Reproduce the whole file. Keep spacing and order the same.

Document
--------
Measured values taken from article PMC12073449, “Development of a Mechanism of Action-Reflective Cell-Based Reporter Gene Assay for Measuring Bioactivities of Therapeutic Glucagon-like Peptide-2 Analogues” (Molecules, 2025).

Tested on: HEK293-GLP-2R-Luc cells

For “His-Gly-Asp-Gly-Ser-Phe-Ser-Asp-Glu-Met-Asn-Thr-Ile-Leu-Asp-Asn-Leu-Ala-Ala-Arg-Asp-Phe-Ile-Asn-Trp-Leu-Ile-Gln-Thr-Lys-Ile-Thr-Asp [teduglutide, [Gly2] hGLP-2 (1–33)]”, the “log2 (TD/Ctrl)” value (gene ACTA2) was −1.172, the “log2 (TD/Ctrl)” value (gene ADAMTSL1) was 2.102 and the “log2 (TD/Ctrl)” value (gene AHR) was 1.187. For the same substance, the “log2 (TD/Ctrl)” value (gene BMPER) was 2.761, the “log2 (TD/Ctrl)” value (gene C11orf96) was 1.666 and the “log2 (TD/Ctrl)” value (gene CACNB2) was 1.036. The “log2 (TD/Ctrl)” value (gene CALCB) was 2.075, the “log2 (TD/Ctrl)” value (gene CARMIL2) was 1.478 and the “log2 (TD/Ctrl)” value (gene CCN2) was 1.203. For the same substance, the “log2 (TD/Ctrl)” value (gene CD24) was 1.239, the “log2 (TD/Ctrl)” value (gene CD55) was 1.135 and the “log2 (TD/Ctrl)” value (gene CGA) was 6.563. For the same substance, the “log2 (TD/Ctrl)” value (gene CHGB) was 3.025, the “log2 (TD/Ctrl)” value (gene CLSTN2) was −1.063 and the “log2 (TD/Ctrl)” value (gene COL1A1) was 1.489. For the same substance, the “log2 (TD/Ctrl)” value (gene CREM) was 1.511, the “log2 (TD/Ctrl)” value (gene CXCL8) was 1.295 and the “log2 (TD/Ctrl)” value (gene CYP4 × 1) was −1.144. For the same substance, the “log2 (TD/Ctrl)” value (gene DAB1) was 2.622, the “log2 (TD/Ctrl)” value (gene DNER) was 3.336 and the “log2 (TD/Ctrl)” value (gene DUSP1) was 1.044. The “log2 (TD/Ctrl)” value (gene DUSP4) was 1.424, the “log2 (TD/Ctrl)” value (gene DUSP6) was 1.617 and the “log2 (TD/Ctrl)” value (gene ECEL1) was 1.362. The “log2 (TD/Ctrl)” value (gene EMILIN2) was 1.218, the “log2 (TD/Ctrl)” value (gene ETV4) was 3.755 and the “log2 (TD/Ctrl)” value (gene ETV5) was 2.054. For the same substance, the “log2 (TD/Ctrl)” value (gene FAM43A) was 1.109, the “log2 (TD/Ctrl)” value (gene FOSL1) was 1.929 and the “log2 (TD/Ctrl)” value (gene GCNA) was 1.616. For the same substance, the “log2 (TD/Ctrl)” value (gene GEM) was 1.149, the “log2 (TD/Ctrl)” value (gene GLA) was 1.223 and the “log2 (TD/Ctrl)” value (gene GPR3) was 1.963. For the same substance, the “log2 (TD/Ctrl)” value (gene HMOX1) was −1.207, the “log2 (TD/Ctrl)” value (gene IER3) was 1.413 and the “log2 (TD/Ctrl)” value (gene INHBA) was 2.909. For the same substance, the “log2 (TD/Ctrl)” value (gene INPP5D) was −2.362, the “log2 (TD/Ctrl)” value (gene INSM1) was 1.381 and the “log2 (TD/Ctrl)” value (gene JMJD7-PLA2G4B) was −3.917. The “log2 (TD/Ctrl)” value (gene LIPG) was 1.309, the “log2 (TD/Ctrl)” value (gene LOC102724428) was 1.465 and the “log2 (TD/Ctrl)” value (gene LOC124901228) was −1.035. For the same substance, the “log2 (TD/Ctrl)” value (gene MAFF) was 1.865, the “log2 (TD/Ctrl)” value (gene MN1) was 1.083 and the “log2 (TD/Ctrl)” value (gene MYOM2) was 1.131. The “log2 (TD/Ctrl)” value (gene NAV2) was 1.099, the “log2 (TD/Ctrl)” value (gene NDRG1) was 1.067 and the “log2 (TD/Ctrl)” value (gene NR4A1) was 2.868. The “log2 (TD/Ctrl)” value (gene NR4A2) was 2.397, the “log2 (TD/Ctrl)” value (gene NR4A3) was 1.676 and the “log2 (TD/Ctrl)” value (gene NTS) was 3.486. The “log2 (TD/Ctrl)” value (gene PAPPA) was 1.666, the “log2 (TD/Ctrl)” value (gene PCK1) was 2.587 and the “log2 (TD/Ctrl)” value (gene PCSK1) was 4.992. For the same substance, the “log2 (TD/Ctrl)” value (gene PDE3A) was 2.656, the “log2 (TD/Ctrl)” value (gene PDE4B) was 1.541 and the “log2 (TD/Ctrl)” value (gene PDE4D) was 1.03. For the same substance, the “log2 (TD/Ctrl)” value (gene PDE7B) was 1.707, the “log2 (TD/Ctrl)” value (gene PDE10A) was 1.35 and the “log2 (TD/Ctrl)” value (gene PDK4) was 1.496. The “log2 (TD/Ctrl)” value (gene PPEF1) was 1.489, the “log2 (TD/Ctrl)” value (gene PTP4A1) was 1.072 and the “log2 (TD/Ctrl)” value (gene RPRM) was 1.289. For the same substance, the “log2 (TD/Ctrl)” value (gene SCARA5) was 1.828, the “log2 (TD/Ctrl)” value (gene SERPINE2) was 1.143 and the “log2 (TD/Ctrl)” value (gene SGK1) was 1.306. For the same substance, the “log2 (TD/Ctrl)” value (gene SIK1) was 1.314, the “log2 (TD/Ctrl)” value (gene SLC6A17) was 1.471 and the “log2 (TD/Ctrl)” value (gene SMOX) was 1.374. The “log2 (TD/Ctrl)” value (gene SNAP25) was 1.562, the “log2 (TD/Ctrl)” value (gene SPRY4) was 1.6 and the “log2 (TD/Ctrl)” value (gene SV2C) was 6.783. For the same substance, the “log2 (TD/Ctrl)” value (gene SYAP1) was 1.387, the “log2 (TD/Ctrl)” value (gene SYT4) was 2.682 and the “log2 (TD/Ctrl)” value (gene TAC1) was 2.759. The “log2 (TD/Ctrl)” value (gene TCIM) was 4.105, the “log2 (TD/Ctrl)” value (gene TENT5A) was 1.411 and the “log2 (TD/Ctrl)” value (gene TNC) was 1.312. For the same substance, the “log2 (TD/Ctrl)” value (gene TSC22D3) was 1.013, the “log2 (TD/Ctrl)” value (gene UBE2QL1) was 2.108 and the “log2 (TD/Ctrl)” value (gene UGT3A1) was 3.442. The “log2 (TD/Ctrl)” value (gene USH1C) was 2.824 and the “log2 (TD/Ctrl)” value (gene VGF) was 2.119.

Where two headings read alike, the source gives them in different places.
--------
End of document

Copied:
Measured values taken from article PMC12073449, “Development of a Mechanism of Action-Reflective Cell-Based Reporter Gene Assay for Measuring Bioactivities of Therapeutic Glucagon-like Peptide-2 Analogues” (Molecules, 2025).

Tested on: HEK293-GLP-2R-Luc cells

For “His-Gly-Asp-Gly-Ser-Phe-Ser-Asp-Glu-Met-Asn-Thr-Ile-Leu-Asp-Asn-Leu-Ala-Ala-Arg-Asp-Phe-Ile-Asn-Trp-Leu-Ile-Gln-Thr-Lys-Ile-Thr-Asp [teduglutide, [Gly2] hGLP-2 (1–33)]”, the “log2 (TD/Ctrl)” value (gene ACTA2) was −1.172, the “log2 (TD/Ctrl)” value (gene ADAMTSL1) was 2.102 and the “log2 (TD/Ctrl)” value (gene AHR) was 1.187. For the same substance, the “log2 (TD/Ctrl)” value (gene BMPER) was 2.761, the “log2 (TD/Ctrl)” value (gene C11orf96) was 1.666 and the “log2 (TD/Ctrl)” value (gene CACNB2) was 1.036. The “log2 (TD/Ctrl)” value (gene CALCB) was 2.075, the “log2 (TD/Ctrl)” value (gene CARMIL2) was 1.478 and the “log2 (TD/Ctrl)” value (gene CCN2) was 1.203. For the same substance, the “log2 (TD/Ctrl)” value (gene CD24) was 1.239, the “log2 (TD/Ctrl)” value (gene CD55) was 1.135 and the “log2 (TD/Ctrl)” value (gene CGA) was 6.563. For the same substance, the “log2 (TD/Ctrl)” value (gene CHGB) was 3.025, the “log2 (TD/Ctrl)” value (gene CLSTN2) was −1.063 and the “log2 (TD/Ctrl)” value (gene COL1A1) was 1.489. For the same substance, the “log2 (TD/Ctrl)” value (gene CREM) was 1.511, the “log2 (TD/Ctrl)” value (gene CXCL8) was 1.295 and the “log2 (TD/Ctrl)” value (gene CYP4 × 1) was −1.144. For the same substance, the “log2 (TD/Ctrl)” value (gene DAB1) was 2.622, the “log2 (TD/Ctrl)” value (gene DNER) was 3.336 and the “log2 (TD/Ctrl)” value (gene DUSP1) was 1.044. The “log2 (TD/Ctrl)” value (gene DUSP4) was 1.424, the “log2 (TD/Ctrl)” value (gene DUSP6) was 1.617 and the “log2 (TD/Ctrl)” value (gene ECEL1) was 1.362. The “log2 (TD/Ctrl)” value (gene EMILIN2) was 1.218, the “log2 (TD/Ctrl)” value (gene ETV4) was 3.755 and the “log2 (TD/Ctrl)” value (gene ETV5) was 2.054. For the same substance, the “log2 (TD/Ctrl)” value (gene FAM43A) was 1.109, the “log2 (TD/Ctrl)” value (gene FOSL1) was 1.929 and the “log2 (TD/Ctrl)” value (gene GCNA) was 1.616. For the same substance, the “log2 (TD/Ctrl)” value (gene GEM) was 1.149, the “log2 (TD/Ctrl)” value (gene GLA) was 1.223 and the “log2 (TD/Ctrl)” value (gene GPR3) was 1.963. For the same substance, the “log2 (TD/Ctrl)” value (gene HMOX1) was −1.207, the “log2 (TD/Ctrl)” value (gene IER3) was 1.413 and the “log2 (TD/Ctrl)” value (gene INHBA) was 2.909. For the same substance, the “log2 (TD/Ctrl)” value (gene INPP5D) was −2.362, the “log2 (TD/Ctrl)” value (gene INSM1) was 1.381 and the “log2 (TD/Ctrl)” value (gene JMJD7-PLA2G4B) was −3.917. The “log2 (TD/Ctrl)” value (gene LIPG) was 1.309, the “log2 (TD/Ctrl)” value (gene LOC102724428) was 1.465 and the “log2 (TD/Ctrl)” value (gene LOC124901228) was −1.035. For the same substance, the “log2 (TD/Ctrl)” value (gene MAFF) was 1.865, the “log2 (TD/Ctrl)” value (gene MN1) was 1.083 and the “log2 (TD/Ctrl)” value (gene MYOM2) was 1.131. The “log2 (TD/Ctrl)” value (gene NAV2) was 1.099, the “log2 (TD/Ctrl)” value (gene NDRG1) was 1.067 and the “log2 (TD/Ctrl)” value (gene NR4A1) was 2.868. The “log2 (TD/Ctrl)” value (gene NR4A2) was 2.397, the “log2 (TD/Ctrl)” value (gene NR4A3) was 1.676 and the “log2 (TD/Ctrl)” value (gene NTS) was 3.486. The “log2 (TD/Ctrl)” value (gene PAPPA) was 1.666, the “log2 (TD/Ctrl)” value (gene PCK1) was 2.587 and the “log2 (TD/Ctrl)” value (gene PCSK1) was 4.992. For the same substance, the “log2 (TD/Ctrl)” value (gene PDE3A) was 2.656, the “log2 (TD/Ctrl)” value (gene PDE4B) was 1.541 and the “log2 (TD/Ctrl)” value (gene PDE4D) was 1.03. For the same substance, the “log2 (TD/Ctrl)” value (gene PDE7B) was 1.707, the “log2 (TD/Ctrl)” value (gene PDE10A) was 1.35 and the “log2 (TD/Ctrl)” value (gene PDK4) was 1.496. The “log2 (TD/Ctrl)” value (gene PPEF1) was 1.489, the “log2 (TD/Ctrl)” value (gene PTP4A1) was 1.072 and the “log2 (TD/Ctrl)” value (gene RPRM) was 1.289. For the same substance, the “log2 (TD/Ctrl)” value (gene SCARA5) was 1.828, the “log2 (TD/Ctrl)” value (gene SERPINE2) was 1.143 and the “log2 (TD/Ctrl)” value (gene SGK1) was 1.306. For the same substance, the “log2 (TD/Ctrl)” value (gene SIK1) was 1.314, the “log2 (TD/Ctrl)” value (gene SLC6A17) was 1.471 and the “log2 (TD/Ctrl)” value (gene SMOX) was 1.374. The “log2 (TD/Ctrl)” value (gene SNAP25) was 1.562, the “log2 (TD/Ctrl)” value (gene SPRY4) was 1.6 and the “log2 (TD/Ctrl)” value (gene SV2C) was 6.783. For the same substance, the “log2 (TD/Ctrl)” value (gene SYAP1) was 1.387, the “log2 (TD/Ctrl)” value (gene SYT4) was 2.682 and the “log2 (TD/Ctrl)” value (gene TAC1) was 2.759. The “log2 (TD/Ctrl)” value (gene TCIM) was 4.105, the “log2 (TD/Ctrl)” value (gene TENT5A) was 1.411 and the “log2 (TD/Ctrl)” value (gene TNC) was 1.312. For the same substance, the “log2 (TD/Ctrl)” value (gene TSC22D3) was 1.013, the “log2 (TD/Ctrl)” value (gene UBE2QL1) was 2.108 and the “log2 (TD/Ctrl)” value (gene UGT3A1) was 3.442. The “log2 (TD/Ctrl)” value (gene USH1C) was 2.824 and the “log2 (TD/Ctrl)” value (gene VGF) was 2.119.

Where two headings read alike, the source gives them in different places.